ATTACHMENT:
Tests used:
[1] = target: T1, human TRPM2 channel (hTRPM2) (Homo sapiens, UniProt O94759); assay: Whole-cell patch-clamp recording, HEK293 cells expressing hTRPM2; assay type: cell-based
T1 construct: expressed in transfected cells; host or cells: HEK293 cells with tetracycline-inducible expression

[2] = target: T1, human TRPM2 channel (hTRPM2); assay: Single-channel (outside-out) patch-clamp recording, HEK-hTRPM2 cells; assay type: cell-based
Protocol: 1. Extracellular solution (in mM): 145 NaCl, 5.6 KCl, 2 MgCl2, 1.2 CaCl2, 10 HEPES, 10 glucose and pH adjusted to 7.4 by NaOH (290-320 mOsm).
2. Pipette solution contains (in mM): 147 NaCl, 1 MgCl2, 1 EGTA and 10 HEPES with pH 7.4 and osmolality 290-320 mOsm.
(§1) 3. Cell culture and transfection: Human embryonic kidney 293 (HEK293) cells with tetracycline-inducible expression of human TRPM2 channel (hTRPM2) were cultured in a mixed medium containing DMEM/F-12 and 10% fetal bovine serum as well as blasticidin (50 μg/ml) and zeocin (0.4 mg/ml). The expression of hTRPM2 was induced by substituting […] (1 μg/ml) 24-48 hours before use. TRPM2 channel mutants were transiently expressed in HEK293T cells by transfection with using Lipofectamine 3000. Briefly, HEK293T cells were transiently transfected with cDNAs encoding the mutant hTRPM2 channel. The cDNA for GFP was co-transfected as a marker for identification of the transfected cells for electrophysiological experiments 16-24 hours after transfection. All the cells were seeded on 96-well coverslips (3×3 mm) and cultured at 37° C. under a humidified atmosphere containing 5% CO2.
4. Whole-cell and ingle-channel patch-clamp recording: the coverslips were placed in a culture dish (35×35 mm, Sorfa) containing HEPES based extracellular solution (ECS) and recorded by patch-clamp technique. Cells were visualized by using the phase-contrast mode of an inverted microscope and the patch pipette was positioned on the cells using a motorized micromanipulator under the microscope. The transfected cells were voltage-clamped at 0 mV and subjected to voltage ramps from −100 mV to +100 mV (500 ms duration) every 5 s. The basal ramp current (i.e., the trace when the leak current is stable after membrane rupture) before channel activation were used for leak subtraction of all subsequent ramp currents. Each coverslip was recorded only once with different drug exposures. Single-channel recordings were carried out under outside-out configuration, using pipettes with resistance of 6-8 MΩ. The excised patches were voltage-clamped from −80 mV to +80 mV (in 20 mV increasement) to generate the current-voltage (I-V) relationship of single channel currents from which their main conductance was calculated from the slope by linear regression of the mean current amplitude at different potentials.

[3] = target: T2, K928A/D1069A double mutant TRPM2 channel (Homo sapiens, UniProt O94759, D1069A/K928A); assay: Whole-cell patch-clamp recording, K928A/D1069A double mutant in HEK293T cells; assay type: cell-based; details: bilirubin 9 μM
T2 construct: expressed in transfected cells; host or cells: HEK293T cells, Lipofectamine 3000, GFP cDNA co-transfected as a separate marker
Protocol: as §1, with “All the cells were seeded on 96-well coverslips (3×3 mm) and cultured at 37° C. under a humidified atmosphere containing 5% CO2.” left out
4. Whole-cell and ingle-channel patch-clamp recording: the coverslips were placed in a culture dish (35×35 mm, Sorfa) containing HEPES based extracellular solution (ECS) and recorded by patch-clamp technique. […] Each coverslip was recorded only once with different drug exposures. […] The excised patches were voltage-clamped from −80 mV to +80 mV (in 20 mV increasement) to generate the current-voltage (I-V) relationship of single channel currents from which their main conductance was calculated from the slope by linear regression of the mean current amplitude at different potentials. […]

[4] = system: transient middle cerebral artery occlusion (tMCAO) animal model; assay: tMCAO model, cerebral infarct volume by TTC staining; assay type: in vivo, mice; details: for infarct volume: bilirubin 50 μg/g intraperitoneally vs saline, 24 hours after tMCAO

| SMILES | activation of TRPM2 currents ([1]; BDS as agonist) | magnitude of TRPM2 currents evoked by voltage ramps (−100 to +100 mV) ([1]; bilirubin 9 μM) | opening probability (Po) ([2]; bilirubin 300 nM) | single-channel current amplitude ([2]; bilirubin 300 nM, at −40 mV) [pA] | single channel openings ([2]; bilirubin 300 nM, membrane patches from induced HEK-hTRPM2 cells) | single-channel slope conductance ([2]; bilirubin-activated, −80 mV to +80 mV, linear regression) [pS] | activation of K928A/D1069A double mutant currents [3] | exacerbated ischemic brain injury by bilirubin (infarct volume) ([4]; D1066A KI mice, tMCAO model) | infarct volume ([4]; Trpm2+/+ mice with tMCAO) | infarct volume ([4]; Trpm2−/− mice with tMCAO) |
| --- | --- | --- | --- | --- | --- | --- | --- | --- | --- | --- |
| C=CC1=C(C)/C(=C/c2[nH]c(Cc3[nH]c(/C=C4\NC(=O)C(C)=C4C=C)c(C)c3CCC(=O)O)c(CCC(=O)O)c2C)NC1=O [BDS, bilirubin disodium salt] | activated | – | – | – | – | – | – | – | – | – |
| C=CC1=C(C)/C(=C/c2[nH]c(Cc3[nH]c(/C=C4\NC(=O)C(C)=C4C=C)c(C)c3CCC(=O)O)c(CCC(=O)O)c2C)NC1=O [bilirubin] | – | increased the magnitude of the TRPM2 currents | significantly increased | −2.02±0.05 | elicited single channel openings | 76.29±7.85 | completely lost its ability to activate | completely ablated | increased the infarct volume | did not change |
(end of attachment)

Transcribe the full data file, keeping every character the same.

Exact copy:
Tests used:
[1] = target: T1, human TRPM2 channel (hTRPM2) (Homo sapiens, UniProt O94759); assay: Whole-cell patch-clamp recording, HEK293 cells expressing hTRPM2; assay type: cell-based
T1 construct: expressed in transfected cells; host or cells: HEK293 cells with tetracycline-inducible expression

[2] = target: T1, human TRPM2 channel (hTRPM2); assay: Single-channel (outside-out) patch-clamp recording, HEK-hTRPM2 cells; assay type: cell-based
Protocol: 1. Extracellular solution (in mM): 145 NaCl, 5.6 KCl, 2 MgCl2, 1.2 CaCl2, 10 HEPES, 10 glucose and pH adjusted to 7.4 by NaOH (290-320 mOsm).
2. Pipette solution contains (in mM): 147 NaCl, 1 MgCl2, 1 EGTA and 10 HEPES with pH 7.4 and osmolality 290-320 mOsm.
(§1) 3. Cell culture and transfection: Human embryonic kidney 293 (HEK293) cells with tetracycline-inducible expression of human TRPM2 channel (hTRPM2) were cultured in a mixed medium containing DMEM/F-12 and 10% fetal bovine serum as well as blasticidin (50 μg/ml) and zeocin (0.4 mg/ml). The expression of hTRPM2 was induced by substituting […] (1 μg/ml) 24-48 hours before use. TRPM2 channel mutants were transiently expressed in HEK293T cells by transfection with using Lipofectamine 3000. Briefly, HEK293T cells were transiently transfected with cDNAs encoding the mutant hTRPM2 channel. The cDNA for GFP was co-transfected as a marker for identification of the transfected cells for electrophysiological experiments 16-24 hours after transfection. All the cells were seeded on 96-well coverslips (3×3 mm) and cultured at 37° C. under a humidified atmosphere containing 5% CO2.
4. Whole-cell and ingle-channel patch-clamp recording: the coverslips were placed in a culture dish (35×35 mm, Sorfa) containing HEPES based extracellular solution (ECS) and recorded by patch-clamp technique. Cells were visualized by using the phase-contrast mode of an inverted microscope and the patch pipette was positioned on the cells using a motorized micromanipulator under the microscope. The transfected cells were voltage-clamped at 0 mV and subjected to voltage ramps from −100 mV to +100 mV (500 ms duration) every 5 s. The basal ramp current (i.e., the trace when the leak current is stable after membrane rupture) before channel activation were used for leak subtraction of all subsequent ramp currents. Each coverslip was recorded only once with different drug exposures. Single-channel recordings were carried out under outside-out configuration, using pipettes with resistance of 6-8 MΩ. The excised patches were voltage-clamped from −80 mV to +80 mV (in 20 mV increasement) to generate the current-voltage (I-V) relationship of single channel currents from which their main conductance was calculated from the slope by linear regression of the mean current amplitude at different potentials.

[3] = target: T2, K928A/D1069A double mutant TRPM2 channel (Homo sapiens, UniProt O94759, D1069A/K928A); assay: Whole-cell patch-clamp recording, K928A/D1069A double mutant in HEK293T cells; assay type: cell-based; details: bilirubin 9 μM
T2 construct: expressed in transfected cells; host or cells: HEK293T cells, Lipofectamine 3000, GFP cDNA co-transfected as a separate marker
Protocol: as §1, with “All the cells were seeded on 96-well coverslips (3×3 mm) and cultured at 37° C. under a humidified atmosphere containing 5% CO2.” left out
4. Whole-cell and ingle-channel patch-clamp recording: the coverslips were placed in a culture dish (35×35 mm, Sorfa) containing HEPES based extracellular solution (ECS) and recorded by patch-clamp technique. […] Each coverslip was recorded only once with different drug exposures. […] The excised patches were voltage-clamped from −80 mV to +80 mV (in 20 mV increasement) to generate the current-voltage (I-V) relationship of single channel currents from which their main conductance was calculated from the slope by linear regression of the mean current amplitude at different potentials. […]

[4] = system: transient middle cerebral artery occlusion (tMCAO) animal model; assay: tMCAO model, cerebral infarct volume by TTC staining; assay type: in vivo, mice; details: for infarct volume: bilirubin 50 μg/g intraperitoneally vs saline, 24 hours after tMCAO

| SMILES | activation of TRPM2 currents ([1]; BDS as agonist) | magnitude of TRPM2 currents evoked by voltage ramps (−100 to +100 mV) ([1]; bilirubin 9 μM) | opening probability (Po) ([2]; bilirubin 300 nM) | single-channel current amplitude ([2]; bilirubin 300 nM, at −40 mV) [pA] | single channel openings ([2]; bilirubin 300 nM, membrane patches from induced HEK-hTRPM2 cells) | single-channel slope conductance ([2]; bilirubin-activated, −80 mV to +80 mV, linear regression) [pS] | activation of K928A/D1069A double mutant currents [3] | exacerbated ischemic brain injury by bilirubin (infarct volume) ([4]; D1066A KI mice, tMCAO model) | infarct volume ([4]; Trpm2+/+ mice with tMCAO) | infarct volume ([4]; Trpm2−/− mice with tMCAO) |
| --- | --- | --- | --- | --- | --- | --- | --- | --- | --- | --- |
| C=CC1=C(C)/C(=C/c2[nH]c(Cc3[nH]c(/C=C4\NC(=O)C(C)=C4C=C)c(C)c3CCC(=O)O)c(CCC(=O)O)c2C)NC1=O [BDS, bilirubin disodium salt] | activated | – | – | – | – | – | – | – | – | – |
| C=CC1=C(C)/C(=C/c2[nH]c(Cc3[nH]c(/C=C4\NC(=O)C(C)=C4C=C)c(C)c3CCC(=O)O)c(CCC(=O)O)c2C)NC1=O [bilirubin] | – | increased the magnitude of the TRPM2 currents | significantly increased | −2.02±0.05 | elicited single channel openings | 76.29±7.85 | completely lost its ability to activate | completely ablated | increased the infarct volume | did not change |